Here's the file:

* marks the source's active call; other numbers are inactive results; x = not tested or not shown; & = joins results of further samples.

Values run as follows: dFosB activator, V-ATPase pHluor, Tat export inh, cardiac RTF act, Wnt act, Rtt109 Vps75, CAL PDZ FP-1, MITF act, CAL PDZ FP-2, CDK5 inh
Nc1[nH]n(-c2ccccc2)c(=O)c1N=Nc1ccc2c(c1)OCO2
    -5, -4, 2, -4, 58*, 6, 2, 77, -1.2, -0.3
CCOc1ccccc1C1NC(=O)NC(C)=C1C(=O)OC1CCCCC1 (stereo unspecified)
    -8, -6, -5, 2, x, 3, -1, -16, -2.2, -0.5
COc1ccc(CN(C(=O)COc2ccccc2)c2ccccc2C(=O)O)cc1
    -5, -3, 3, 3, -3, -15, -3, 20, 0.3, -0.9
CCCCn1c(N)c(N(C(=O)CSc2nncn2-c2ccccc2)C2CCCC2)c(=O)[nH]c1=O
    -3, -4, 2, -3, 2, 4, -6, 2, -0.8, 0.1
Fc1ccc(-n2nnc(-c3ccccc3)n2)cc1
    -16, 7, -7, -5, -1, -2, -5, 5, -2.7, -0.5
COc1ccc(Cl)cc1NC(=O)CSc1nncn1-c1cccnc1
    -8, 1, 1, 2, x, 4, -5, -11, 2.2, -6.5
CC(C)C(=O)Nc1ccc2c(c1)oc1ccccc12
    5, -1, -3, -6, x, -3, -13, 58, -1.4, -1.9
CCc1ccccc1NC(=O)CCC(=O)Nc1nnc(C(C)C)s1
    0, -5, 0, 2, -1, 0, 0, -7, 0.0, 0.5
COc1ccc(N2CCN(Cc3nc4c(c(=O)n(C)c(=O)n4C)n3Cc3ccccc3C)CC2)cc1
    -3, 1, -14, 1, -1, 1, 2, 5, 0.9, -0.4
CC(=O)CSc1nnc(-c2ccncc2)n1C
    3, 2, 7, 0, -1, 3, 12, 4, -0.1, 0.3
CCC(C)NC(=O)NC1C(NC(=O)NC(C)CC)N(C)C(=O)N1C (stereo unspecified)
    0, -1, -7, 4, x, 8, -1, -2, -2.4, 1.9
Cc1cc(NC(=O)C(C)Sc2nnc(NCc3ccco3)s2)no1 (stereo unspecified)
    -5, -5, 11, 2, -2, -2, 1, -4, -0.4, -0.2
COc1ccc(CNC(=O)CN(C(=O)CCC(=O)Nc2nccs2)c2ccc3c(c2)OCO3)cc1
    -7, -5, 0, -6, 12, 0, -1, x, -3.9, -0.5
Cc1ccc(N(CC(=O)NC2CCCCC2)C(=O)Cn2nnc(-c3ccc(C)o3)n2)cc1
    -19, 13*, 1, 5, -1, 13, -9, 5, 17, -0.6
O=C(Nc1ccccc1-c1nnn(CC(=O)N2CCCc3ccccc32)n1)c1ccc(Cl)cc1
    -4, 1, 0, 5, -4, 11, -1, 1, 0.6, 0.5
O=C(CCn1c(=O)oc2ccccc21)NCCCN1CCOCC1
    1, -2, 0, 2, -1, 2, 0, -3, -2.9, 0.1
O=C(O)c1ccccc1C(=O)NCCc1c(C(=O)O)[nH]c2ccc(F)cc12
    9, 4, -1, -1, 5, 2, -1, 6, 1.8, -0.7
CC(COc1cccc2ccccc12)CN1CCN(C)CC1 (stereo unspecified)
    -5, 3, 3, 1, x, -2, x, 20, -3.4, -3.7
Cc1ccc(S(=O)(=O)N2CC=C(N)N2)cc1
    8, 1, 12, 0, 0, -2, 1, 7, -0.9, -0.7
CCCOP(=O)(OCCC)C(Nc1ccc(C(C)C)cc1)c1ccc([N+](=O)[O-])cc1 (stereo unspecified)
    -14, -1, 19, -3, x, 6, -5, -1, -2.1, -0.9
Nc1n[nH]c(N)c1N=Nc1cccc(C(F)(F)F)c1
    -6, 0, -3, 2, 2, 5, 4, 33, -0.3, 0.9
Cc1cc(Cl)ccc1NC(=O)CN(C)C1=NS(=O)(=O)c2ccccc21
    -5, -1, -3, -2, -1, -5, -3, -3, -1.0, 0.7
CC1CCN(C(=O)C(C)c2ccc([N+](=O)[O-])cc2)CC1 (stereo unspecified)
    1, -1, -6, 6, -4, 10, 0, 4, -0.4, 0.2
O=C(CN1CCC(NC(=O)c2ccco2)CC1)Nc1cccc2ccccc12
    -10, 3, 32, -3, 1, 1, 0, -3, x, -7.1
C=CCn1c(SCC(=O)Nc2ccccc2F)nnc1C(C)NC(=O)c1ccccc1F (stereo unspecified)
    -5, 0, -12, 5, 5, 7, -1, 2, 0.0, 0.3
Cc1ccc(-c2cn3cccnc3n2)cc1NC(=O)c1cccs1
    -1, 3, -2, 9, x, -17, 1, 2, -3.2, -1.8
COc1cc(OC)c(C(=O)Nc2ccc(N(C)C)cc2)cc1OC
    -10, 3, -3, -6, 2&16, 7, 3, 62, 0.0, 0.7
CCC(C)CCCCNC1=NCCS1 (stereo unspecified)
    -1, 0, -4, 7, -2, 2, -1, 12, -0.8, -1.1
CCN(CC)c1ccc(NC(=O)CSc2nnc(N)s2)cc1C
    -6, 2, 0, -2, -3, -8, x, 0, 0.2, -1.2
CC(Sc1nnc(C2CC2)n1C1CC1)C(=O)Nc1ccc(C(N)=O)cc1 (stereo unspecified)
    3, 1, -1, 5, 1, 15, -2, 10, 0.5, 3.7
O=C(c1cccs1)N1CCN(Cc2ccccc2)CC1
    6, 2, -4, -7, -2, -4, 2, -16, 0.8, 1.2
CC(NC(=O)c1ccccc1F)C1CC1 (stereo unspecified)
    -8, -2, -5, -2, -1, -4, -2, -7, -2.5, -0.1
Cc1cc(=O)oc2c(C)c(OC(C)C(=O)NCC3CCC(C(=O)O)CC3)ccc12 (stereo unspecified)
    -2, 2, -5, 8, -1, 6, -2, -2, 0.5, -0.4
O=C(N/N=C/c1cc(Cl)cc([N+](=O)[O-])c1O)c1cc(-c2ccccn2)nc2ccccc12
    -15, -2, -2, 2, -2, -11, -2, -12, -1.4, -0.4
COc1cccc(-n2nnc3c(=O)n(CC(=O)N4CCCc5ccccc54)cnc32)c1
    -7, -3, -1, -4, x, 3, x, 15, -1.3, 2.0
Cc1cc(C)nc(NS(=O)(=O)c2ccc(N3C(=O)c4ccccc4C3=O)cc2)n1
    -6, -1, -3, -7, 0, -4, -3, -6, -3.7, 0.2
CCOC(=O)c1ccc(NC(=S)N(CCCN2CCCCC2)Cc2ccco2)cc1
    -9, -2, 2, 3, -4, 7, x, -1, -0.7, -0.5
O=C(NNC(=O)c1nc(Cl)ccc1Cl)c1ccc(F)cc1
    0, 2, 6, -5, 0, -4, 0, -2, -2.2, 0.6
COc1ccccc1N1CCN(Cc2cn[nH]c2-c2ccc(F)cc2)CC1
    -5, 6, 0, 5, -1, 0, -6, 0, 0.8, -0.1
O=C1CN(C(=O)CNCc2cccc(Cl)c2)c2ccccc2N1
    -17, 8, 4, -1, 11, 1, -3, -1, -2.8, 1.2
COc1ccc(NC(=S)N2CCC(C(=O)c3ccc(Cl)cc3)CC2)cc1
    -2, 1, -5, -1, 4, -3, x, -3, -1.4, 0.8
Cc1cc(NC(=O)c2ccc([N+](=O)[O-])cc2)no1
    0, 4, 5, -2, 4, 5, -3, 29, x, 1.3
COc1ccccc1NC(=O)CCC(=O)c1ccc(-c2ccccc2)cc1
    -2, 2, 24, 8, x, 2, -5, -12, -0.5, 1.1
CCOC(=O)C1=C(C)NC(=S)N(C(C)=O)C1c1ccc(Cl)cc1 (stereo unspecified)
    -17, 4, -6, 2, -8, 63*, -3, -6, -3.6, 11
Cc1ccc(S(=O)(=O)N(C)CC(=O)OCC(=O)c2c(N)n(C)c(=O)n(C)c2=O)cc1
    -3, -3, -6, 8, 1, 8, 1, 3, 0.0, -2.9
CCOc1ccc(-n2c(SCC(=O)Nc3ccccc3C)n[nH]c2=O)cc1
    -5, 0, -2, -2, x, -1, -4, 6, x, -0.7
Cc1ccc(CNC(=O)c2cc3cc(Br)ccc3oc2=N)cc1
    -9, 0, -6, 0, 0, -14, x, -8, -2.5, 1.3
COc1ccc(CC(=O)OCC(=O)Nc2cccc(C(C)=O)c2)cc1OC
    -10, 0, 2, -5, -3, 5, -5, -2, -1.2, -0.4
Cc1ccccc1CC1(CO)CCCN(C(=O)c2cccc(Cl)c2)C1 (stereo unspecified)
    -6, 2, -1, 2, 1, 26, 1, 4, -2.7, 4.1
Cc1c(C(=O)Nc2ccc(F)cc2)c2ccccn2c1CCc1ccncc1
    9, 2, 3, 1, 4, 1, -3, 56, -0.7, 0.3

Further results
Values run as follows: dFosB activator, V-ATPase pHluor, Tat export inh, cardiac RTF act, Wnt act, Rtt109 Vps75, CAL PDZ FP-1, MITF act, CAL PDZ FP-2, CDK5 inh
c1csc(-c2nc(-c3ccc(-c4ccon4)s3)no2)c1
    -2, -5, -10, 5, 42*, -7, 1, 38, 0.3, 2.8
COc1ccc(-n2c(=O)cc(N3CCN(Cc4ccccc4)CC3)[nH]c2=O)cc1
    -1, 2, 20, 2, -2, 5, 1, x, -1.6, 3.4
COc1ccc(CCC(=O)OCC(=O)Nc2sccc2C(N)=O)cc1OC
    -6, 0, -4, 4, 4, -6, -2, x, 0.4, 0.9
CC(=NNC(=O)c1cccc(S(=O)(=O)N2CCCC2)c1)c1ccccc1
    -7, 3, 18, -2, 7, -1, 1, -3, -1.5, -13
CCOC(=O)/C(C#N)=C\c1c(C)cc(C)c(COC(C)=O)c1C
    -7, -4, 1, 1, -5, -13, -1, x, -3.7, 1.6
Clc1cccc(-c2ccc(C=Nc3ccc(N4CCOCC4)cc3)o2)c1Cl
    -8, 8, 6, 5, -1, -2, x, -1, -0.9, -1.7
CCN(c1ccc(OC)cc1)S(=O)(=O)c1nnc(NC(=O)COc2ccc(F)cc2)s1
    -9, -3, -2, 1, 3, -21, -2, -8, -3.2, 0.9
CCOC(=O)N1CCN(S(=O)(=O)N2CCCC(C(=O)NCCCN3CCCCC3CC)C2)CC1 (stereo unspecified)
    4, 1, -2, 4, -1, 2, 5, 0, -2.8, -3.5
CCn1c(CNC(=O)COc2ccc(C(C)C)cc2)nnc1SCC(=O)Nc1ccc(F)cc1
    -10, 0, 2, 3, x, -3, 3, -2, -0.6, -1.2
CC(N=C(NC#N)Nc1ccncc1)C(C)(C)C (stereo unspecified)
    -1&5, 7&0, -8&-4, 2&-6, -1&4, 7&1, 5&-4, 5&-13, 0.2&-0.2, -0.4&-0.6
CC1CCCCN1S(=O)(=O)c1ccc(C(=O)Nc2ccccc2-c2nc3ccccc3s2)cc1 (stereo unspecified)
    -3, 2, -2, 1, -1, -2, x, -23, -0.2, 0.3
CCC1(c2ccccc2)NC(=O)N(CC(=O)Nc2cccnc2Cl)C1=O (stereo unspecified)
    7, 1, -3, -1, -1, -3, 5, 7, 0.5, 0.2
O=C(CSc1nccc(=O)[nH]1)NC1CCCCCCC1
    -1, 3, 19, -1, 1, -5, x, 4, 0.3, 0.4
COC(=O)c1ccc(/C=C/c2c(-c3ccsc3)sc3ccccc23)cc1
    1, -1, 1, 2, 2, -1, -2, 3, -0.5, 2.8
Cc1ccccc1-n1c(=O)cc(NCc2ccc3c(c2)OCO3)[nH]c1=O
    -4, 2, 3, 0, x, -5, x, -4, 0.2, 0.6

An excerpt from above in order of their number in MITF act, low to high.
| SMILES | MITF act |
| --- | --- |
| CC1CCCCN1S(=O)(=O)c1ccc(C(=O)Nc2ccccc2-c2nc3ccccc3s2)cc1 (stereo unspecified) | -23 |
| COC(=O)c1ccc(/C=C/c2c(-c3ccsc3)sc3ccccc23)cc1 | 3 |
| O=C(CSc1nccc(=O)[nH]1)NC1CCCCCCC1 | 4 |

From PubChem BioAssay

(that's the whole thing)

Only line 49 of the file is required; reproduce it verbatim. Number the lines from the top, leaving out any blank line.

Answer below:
O=C(CN1CCC(NC(=O)c2ccco2)CC1)Nc1cccc2ccccc12